New Wood Type Producers in Southern Ontario

Hi there,

I’m wondering if there are any wood type producers in southern Ontario that folks know about. I am extremely interested in learning the craft of wood type fabrication and I’m wondering if there is anybody living and working near me whom I might be able to speak with and possibly apprentice under.

I’ve reached out to a new wood type producer in the UK to inquire about the process and they gave me a wealth of information about how to start this journey, but I’m hoping I might be able to connect with somebody and learn and work along side somebody in person who is actually doing it a bit closer to me in Southern Ontario.

Thanks so much folks.

Happy Printing

- Kevin D

Log in to reply   6 replies so far

Kevin — You are perhaps lucky that Wisconsin is not so very far below you. And in Two Rivers is the Hamilton Wood Type museum which, I see from their website, offers workshops.

You will need a pantograph if you are going to do it the old way. Pick up American Wood Type by Kelly if you don’t own it already. There is some material on how it was done.

Of course now there are table-top routers that cut flat boards and are operated by computer files. You could probably vectorize a few fonts and find a file format that a computer-operated router could follow.

Feel free to write me privately on this forum. I am no expert; I am a letterpress printer who wants a nice selection of type, including some large wooden fonts. I’ve been discouraged by the high prices. Great for the sellers but tough for printers to assemble a good selection.

I am on Mayne Island, B.C. Much farther for me to Wisconsin! Cheers.

You’re in luck, PiP is offering a virtual class on making wood type with Ryan Molloy soon. I took it a year or so ago and he’s very thorough. I did learn that the bigger part of making the type is preparing the wood- and decided it was a bit beyond me! But I’d encourage you to sign up for the class and see what you could do.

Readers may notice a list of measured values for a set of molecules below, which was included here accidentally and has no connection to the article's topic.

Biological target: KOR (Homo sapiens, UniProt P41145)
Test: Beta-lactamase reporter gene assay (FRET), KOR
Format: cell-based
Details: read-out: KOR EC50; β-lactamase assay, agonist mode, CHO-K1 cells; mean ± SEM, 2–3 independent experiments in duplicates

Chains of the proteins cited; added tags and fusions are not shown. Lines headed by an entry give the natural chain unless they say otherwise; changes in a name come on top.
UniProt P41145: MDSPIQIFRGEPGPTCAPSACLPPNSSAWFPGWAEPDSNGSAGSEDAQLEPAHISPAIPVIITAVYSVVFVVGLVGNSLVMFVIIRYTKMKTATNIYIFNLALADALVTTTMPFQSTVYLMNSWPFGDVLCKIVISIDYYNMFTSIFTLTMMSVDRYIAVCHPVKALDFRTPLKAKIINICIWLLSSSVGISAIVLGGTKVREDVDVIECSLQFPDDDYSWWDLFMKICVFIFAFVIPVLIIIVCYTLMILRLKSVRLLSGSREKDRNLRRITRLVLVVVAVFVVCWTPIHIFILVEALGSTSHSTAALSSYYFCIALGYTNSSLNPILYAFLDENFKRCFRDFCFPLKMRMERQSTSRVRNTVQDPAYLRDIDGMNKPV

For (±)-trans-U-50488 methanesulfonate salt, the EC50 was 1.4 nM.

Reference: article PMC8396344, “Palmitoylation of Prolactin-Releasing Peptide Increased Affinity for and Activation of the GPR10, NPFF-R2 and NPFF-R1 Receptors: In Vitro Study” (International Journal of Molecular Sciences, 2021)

Thanks so much for getting back to me and your recommendations. @bowerbox, I have registered for that class on August 6th!

@Michael Barnes, thanks so much for your response. I’ve been looking into the Hamilton Wood Type & Print Museum recently. I’m actually in the process of doing a class project on the museum right now and I absolutely want to make that trip! I google mapped it and it’s about a 13 hour drive from where I am to the museum. That’s not too far but it’s just a matter of being able to take that much time to hit the road and go. I might try and do this between semesters—some time towards the end of August.

I’m also going to pick up a copy of that book that you’ve suggested. I’m building up a library of books and resources that I can reference as I learn to print and it will be great to add this title.

I’m going to see if I can find an apprenticeship or somebody to work with in and around Southern Ontario. I’m also going to see if I can find some affordable used equipment in the coming months/years. I think I might have found somebody willing to share workshop space and so maybe, just maybe, that dream of producing wood type some day isn’t so far off after all!

If you’re driving to Two Rivers, I might suggest driving to Michigan through Sarnia/Port Huron at the beautiful Blue Water Bridge, then take 96 across the state to 31 up to Ludington. Take the Badger Ferry across Lake Michigan to Manitowoc…then a short hop to Two Rivers. Nice drive. Depending on where you are in Ontario, I don’t think it would as long as 13 hours. Takes me about 12-3 hrs to get to Detroit from Boston.

As was mentioned previously, a parallel interest to the engraving equipment would be how to prep the wood itself. We have a lot of great maple stock in Ontario. There used to be a guy around here that made wood blocks for engraving, Maple, Boxwood, etc. Dried wood at perfect type height. I’m not sure if he still produces blocks, however, I bought a few and they were excellent. Good luck.

The Hamilton Hangs series of documentaries on Youtube includes one on modern American wood type makers and their methods. Another (I haven’t watched yet) on how type is made at Hamilton.